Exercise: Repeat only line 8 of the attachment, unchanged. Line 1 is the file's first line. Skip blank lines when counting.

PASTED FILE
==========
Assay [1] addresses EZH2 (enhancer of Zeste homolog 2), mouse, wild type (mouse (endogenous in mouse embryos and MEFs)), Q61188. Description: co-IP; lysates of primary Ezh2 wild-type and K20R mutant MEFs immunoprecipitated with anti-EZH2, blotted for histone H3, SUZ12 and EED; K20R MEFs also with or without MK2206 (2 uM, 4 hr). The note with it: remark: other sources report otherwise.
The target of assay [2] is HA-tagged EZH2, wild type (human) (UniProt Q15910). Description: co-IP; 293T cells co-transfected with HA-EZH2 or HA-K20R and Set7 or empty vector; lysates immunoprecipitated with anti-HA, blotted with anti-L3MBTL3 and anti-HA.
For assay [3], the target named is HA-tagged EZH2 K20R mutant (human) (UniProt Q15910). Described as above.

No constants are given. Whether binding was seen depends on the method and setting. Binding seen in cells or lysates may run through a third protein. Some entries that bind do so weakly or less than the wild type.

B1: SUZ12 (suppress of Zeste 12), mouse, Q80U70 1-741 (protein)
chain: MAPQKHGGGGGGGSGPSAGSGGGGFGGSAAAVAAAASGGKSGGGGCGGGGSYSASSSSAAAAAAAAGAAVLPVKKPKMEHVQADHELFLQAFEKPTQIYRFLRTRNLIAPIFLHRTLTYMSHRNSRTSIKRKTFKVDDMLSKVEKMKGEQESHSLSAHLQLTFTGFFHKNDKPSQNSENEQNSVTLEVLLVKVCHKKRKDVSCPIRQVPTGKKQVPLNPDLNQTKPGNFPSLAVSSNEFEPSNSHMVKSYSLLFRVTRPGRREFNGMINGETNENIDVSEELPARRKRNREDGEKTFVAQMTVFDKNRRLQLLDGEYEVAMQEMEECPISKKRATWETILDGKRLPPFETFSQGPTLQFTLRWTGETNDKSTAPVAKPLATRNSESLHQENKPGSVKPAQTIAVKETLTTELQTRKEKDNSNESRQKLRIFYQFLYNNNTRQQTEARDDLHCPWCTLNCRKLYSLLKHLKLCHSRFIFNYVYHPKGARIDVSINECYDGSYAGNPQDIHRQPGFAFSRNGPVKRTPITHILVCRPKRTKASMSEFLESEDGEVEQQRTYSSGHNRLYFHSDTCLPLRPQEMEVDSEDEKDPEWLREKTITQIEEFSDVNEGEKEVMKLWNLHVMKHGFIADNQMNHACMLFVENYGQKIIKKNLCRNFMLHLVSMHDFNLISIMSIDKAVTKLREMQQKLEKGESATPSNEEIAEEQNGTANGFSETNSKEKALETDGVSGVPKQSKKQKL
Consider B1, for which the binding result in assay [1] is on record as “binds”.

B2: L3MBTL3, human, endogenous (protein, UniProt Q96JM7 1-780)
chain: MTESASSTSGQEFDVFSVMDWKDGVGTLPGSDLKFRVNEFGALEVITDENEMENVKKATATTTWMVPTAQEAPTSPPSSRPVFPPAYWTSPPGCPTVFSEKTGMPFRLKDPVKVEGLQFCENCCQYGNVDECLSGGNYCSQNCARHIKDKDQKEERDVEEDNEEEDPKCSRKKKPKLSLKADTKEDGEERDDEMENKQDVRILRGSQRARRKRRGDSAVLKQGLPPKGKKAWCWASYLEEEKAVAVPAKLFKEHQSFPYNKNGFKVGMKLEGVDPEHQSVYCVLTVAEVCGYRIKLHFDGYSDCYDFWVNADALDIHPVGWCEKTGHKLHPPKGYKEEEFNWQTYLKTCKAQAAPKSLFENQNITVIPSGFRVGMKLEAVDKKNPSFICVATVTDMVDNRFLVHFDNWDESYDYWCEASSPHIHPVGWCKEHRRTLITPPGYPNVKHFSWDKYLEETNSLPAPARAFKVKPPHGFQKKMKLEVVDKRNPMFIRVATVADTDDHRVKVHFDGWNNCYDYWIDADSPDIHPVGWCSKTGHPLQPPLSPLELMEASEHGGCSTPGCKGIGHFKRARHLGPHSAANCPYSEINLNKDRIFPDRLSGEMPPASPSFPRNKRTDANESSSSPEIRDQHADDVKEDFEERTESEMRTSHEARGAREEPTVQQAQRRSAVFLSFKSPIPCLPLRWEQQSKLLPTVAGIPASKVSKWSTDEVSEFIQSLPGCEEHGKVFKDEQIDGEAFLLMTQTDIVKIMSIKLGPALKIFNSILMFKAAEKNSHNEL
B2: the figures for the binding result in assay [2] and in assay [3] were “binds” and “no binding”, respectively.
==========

B2: L3MBTL3, human, endogenous (protein, UniProt Q96JM7 1-780)